Physician Practice

Coding Clinic defines ICD-10-CM seventh character

Physician Practice Insider, August 25, 2015

by Sharme Brodie, RN, CCDS

We're months away from the implementation of ICD-10-CM/PCS, and the AHA Coding Clinic for ICD-10-CM/PCS is rolling right along with advice for the new code set.

Seventh character application
Starting off, Coding Clinic (pp. 3-21) devoted a lot of time to explaining the application of ICD-10-CM's seventh character used in:

  • Chapter 15, Pregnancy, Childbirth, and the Puerperium
  • Chapter 19, Injury, Poisoning, and Certain Other Consequences of External Causes
  • Chapter 20, External Causes of Morbidity

Coders and clinical documentation improvement (CDI) specialists need a clear understanding of how to use the seventh character to ensure all the information is present in the chart, so the coding staff can accurately apply the correct character when applicable.

In Chapter 15, the seventh character accounts for certain complications of multiple gestational pregnancies to indicate which fetus is affected by the condition.

In Chapter 19 and Chapter 20, the seventh character provides specific information about the episode of care (e.g., initial episode, subsequent episode, and sequelae).

When used with fracture codes, it provides additional details, such as whether the fracture is closed or open (with type), whether there is routine or delayed healing, and whether the fracture was a nonunion or malunion.

The Cooperating Parties (the four organizations in charge of the code set maintenance, including CMS, AHIMA, AHA, and the National Center for Health Statistics) revised the Official Guidelines for Coding and Reporting to clarify how the seventh character is used.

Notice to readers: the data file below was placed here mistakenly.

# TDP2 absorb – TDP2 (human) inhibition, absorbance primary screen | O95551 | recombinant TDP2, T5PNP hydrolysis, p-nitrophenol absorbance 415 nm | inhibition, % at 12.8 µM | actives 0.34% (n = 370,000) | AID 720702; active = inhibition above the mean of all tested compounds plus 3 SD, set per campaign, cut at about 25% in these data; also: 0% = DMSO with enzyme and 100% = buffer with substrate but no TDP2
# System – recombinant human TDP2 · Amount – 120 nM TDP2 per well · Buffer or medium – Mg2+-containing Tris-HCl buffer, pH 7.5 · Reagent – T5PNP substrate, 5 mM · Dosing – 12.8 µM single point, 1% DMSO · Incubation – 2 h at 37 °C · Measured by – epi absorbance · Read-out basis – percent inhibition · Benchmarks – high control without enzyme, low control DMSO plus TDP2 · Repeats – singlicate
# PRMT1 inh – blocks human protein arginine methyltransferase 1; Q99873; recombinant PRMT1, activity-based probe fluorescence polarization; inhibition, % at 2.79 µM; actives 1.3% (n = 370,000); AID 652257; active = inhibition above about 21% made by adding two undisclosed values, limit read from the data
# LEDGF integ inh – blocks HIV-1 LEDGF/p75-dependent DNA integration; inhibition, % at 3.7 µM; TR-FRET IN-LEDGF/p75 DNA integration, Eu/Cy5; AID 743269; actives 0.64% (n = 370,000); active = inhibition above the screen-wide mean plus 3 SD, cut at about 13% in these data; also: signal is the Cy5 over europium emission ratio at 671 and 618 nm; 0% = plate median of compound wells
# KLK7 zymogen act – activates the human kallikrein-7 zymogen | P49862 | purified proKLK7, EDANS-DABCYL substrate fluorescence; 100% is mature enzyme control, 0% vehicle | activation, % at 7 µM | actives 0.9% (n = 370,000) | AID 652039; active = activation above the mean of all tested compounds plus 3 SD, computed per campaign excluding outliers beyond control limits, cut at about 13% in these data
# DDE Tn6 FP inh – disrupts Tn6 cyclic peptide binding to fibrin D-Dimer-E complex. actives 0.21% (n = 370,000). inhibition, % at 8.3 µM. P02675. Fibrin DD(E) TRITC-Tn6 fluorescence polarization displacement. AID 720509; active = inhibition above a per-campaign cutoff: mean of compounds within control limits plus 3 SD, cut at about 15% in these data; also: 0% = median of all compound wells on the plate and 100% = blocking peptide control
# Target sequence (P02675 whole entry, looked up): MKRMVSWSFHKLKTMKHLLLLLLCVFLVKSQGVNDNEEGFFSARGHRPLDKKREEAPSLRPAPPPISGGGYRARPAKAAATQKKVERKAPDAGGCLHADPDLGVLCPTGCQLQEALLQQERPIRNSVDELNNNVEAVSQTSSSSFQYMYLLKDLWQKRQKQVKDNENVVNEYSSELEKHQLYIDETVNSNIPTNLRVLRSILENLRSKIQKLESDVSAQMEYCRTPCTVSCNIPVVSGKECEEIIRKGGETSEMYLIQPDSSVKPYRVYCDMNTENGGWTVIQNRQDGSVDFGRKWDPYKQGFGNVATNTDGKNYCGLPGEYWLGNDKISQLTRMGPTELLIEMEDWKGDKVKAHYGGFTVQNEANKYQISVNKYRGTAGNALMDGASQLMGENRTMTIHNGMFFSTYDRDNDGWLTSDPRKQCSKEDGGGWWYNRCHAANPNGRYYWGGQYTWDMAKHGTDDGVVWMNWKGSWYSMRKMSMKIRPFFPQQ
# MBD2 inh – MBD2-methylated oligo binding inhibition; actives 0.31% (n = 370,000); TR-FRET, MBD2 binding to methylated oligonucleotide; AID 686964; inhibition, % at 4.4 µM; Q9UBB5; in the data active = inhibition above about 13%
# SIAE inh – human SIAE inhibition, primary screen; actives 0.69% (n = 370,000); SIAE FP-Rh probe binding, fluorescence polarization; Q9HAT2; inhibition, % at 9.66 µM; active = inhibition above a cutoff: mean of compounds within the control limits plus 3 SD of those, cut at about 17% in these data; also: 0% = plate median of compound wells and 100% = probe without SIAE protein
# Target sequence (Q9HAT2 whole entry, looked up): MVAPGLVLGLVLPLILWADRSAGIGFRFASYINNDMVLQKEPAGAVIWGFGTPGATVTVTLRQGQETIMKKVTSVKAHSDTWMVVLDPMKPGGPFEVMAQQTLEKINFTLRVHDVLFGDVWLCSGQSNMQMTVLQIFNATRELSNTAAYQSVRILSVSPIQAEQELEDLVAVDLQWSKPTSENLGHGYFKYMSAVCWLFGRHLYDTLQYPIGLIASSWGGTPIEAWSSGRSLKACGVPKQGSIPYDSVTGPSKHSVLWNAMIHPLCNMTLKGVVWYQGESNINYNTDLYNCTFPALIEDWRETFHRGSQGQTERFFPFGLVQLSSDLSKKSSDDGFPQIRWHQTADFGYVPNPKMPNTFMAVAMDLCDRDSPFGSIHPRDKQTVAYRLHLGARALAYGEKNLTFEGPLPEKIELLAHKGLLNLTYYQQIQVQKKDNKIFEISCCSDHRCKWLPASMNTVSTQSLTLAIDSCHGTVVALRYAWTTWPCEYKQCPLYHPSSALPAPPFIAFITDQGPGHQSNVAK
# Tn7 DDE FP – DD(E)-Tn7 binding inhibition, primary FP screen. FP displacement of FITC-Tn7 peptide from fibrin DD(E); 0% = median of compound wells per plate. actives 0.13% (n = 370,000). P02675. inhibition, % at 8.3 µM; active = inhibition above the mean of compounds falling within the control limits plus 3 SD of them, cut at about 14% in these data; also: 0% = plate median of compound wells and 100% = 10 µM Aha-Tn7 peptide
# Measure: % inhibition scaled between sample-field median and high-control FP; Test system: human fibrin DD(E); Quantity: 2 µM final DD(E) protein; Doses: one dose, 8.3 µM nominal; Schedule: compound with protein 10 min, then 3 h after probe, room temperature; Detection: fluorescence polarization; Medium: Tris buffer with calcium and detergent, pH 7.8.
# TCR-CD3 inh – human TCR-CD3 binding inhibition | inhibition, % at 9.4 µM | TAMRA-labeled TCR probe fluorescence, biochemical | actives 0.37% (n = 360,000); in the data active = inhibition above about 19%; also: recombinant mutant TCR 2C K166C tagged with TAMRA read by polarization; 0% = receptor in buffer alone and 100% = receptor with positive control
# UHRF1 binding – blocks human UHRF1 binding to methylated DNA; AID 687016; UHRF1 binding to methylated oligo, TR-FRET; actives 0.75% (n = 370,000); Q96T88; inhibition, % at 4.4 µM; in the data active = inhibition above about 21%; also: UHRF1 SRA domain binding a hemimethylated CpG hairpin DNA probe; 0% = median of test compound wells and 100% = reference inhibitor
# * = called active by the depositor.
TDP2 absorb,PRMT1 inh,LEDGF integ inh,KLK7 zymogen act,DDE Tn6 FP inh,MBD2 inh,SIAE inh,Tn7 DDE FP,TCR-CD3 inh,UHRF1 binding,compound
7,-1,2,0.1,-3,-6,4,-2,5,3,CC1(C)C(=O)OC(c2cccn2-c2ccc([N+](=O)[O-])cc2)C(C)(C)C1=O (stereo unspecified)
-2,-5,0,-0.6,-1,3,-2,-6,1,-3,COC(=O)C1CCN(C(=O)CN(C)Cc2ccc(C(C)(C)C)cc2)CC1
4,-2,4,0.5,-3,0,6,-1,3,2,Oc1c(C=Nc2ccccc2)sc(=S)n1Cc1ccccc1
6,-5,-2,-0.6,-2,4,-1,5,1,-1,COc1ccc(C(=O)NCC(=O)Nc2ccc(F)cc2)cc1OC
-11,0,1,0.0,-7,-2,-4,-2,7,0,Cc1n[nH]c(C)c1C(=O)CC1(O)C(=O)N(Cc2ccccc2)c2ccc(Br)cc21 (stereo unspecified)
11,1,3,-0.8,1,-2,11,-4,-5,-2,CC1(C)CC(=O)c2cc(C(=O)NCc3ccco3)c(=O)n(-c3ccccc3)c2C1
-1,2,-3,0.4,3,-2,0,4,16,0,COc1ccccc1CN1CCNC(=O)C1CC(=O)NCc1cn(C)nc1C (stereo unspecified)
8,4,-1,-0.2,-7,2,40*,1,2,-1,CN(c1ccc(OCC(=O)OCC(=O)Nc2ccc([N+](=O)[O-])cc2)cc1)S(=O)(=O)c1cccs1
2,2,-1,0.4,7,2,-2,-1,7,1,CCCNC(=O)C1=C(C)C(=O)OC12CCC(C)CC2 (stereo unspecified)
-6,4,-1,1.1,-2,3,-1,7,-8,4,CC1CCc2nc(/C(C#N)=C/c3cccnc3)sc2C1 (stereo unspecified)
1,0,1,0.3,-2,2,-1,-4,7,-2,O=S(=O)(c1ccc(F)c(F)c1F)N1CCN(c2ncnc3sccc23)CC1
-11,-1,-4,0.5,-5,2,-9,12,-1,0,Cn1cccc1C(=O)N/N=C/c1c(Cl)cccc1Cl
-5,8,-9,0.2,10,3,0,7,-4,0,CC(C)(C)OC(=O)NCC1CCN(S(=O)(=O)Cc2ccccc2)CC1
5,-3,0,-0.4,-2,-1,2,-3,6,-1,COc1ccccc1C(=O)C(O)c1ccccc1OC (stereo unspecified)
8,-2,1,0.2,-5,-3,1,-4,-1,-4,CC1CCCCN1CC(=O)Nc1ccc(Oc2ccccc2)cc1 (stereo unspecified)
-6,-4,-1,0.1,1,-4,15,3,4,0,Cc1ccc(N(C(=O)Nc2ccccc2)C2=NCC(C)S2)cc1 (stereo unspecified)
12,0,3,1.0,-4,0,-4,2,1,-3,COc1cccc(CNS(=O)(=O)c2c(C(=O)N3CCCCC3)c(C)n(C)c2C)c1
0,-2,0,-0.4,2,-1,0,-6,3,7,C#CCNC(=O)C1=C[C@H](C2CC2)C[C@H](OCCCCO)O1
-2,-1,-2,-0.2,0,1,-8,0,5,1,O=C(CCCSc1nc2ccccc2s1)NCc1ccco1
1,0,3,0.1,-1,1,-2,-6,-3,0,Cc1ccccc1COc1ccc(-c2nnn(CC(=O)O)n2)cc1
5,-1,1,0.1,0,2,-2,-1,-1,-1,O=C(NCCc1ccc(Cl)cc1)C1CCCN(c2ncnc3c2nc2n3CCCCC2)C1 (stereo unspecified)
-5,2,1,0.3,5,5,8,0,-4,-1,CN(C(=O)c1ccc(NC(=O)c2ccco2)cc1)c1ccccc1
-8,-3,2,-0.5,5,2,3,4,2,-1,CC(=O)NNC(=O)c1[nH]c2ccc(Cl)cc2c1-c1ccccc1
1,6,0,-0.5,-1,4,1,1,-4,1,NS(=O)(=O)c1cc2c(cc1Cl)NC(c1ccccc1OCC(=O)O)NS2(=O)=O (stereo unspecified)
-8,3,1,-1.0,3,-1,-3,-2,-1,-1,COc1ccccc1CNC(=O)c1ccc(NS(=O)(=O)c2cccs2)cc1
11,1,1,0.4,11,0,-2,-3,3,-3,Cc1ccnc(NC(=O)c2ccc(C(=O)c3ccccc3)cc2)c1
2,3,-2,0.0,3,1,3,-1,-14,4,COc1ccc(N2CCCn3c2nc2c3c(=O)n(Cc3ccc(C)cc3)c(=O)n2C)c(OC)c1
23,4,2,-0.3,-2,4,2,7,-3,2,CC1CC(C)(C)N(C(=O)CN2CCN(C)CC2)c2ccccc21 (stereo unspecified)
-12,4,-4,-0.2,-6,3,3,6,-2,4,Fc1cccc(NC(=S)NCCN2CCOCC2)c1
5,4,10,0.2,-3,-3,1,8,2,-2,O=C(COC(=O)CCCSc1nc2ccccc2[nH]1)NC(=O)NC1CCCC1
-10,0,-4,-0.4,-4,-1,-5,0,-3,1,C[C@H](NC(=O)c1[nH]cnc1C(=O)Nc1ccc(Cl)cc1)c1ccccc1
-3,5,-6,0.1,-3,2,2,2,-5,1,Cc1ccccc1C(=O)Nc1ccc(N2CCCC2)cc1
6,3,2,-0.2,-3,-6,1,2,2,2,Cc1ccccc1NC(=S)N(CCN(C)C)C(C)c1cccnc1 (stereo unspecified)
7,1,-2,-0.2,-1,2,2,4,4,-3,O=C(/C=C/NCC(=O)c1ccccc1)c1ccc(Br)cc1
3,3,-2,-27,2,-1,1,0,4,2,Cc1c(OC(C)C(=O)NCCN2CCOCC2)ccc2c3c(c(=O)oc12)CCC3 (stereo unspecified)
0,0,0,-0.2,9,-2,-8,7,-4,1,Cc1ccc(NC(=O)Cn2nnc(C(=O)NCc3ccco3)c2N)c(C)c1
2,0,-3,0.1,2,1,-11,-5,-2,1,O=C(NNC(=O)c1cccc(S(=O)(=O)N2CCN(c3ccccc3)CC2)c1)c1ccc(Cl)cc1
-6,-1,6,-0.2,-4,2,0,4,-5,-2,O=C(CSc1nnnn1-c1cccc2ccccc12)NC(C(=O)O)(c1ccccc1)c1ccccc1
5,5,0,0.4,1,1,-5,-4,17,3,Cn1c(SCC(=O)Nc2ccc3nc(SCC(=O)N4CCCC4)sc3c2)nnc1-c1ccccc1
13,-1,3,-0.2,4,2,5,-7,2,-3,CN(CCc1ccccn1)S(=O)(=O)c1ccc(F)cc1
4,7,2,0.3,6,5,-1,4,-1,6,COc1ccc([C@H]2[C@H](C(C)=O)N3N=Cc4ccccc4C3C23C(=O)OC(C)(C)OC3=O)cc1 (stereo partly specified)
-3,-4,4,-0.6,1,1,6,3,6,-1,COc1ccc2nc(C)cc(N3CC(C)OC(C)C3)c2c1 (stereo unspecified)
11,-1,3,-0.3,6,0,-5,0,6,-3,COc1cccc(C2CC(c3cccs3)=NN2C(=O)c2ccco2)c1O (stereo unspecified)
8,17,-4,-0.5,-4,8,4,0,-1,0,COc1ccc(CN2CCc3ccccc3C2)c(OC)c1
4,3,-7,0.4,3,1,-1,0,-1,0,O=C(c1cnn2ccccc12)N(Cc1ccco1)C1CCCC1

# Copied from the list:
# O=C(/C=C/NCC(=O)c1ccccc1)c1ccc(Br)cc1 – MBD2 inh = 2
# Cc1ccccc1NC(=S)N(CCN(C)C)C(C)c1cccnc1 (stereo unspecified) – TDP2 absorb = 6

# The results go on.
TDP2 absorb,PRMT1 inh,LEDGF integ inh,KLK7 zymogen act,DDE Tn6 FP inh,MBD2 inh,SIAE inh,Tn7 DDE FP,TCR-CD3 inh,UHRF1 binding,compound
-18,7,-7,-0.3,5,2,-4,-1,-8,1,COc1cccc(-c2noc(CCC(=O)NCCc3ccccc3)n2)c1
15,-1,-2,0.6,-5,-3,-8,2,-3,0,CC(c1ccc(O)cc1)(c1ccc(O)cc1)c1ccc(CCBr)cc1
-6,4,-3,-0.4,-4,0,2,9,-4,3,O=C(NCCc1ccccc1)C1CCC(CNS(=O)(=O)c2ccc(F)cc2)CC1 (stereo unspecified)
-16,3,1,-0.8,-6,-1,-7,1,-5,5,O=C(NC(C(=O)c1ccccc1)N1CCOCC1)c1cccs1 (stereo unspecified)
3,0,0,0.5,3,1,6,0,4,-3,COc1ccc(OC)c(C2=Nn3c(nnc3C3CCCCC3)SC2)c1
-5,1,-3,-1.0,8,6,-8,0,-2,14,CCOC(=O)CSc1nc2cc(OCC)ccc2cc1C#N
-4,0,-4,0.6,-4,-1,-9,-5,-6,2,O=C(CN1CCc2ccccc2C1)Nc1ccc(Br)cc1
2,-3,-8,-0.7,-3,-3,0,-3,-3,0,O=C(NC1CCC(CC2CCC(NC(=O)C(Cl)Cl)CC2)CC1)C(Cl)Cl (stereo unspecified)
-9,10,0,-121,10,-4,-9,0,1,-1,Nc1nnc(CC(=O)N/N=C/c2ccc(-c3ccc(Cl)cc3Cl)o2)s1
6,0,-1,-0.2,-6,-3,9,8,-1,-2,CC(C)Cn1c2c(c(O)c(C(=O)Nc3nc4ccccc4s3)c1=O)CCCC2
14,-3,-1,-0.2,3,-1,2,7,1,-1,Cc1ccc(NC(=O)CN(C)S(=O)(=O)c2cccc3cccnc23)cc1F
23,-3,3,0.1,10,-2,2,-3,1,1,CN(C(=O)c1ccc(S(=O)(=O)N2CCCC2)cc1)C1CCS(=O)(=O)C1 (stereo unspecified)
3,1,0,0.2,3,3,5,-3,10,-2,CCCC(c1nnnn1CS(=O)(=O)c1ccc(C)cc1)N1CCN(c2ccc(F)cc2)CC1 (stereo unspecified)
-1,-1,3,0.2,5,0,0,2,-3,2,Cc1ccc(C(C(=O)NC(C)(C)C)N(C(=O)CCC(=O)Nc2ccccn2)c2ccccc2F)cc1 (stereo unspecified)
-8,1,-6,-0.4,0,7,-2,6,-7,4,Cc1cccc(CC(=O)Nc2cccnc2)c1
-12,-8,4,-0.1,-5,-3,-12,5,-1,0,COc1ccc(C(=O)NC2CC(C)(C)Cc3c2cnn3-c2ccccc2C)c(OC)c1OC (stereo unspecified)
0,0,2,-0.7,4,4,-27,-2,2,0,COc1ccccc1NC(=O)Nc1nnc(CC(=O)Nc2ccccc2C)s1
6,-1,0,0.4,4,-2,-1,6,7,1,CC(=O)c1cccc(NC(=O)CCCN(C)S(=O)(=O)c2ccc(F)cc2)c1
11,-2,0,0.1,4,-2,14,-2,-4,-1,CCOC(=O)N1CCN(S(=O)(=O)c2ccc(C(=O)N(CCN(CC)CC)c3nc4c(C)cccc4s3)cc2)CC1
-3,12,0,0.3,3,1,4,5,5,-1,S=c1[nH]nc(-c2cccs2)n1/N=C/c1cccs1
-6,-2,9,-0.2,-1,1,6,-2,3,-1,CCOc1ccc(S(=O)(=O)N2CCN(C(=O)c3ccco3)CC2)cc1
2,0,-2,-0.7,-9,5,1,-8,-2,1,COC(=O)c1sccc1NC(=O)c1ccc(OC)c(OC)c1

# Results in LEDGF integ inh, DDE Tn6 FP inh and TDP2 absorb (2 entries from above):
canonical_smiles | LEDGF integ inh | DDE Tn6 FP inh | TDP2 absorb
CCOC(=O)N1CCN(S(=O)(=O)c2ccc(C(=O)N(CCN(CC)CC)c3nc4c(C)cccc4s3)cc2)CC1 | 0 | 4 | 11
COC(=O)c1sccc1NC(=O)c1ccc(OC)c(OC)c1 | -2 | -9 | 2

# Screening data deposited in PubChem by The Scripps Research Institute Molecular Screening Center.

Most of the categories in Chapter 19 have a seventh character requirement—meaning that, in order for a code to be assigned, it must have a seventh character. Coders typically have three to choose from:

  • A, initial encounter: Used while the patient is receiving active treatment for the condition. Some examples include surgical treatment, ED encounter, and evaluation and continuing treatment by the same or a different physician.
  • D, subsequent encounter: Used after the patient received active treatment for the condition and is receiving routine care during the healing or recovery phase. Examples of subsequent care include cast change or removal, an x-ray to check healing status of a fracture, removal of external or internal fixation device, medication adjustment, and other aftercare and follow-up visits following treatment of the injury or condition.
  • S, sequelae: Used for complications or conditions that arise as a direct result of a condition, such as a scar formation caused by a burn.

Categories for traumatic fractures have more available options for the seventh character. While the patient may be seen by a new or different provider over the course of treatment for an injury, assignment of the seventh character is based on whether the patient is undergoing active treatment and not whether the provider is seeing the patient for the first time, according to the Official Guidelines for Coding and Reporting.

Additionally, when deciding the seventh character for complication codes, the Official Guidelines for Coding and Reporting tell us that "active treatment refers to treatment for the condition described by the code, even though it may be related to an earlier precipitating problem."

The example given to help us better understand this guideline involves code T84.50XA (infection and inflammatory reaction due to unspecified internal joint prosthesis, initial encounter).

Coders would report T84.50XA when the physician is actively treating the infection, even though the condition relates to the prosthetic device, implant, or graft that was placed at a previous encounter.

Documenting dominance
New guidelines governing a patient's dominant versus nondominant side in diseases of the nervous system, such as a cerebrovascular accident, tell coders to assign ambidextrous and right-sided patients to dominant and left-sided patients to nondominant if the physician does not specify and there is no default code.

Providers should be educated to include the side of dominance for their patient in their patient assessments and history and physical documentation to avoid default code assignments.

Editor's note: Brodie is a CDI education specialist for HCPro, a division of BLR, in Danvers, Massachusetts. Contact her at Read the entire article in the May issue of CDI Journal.

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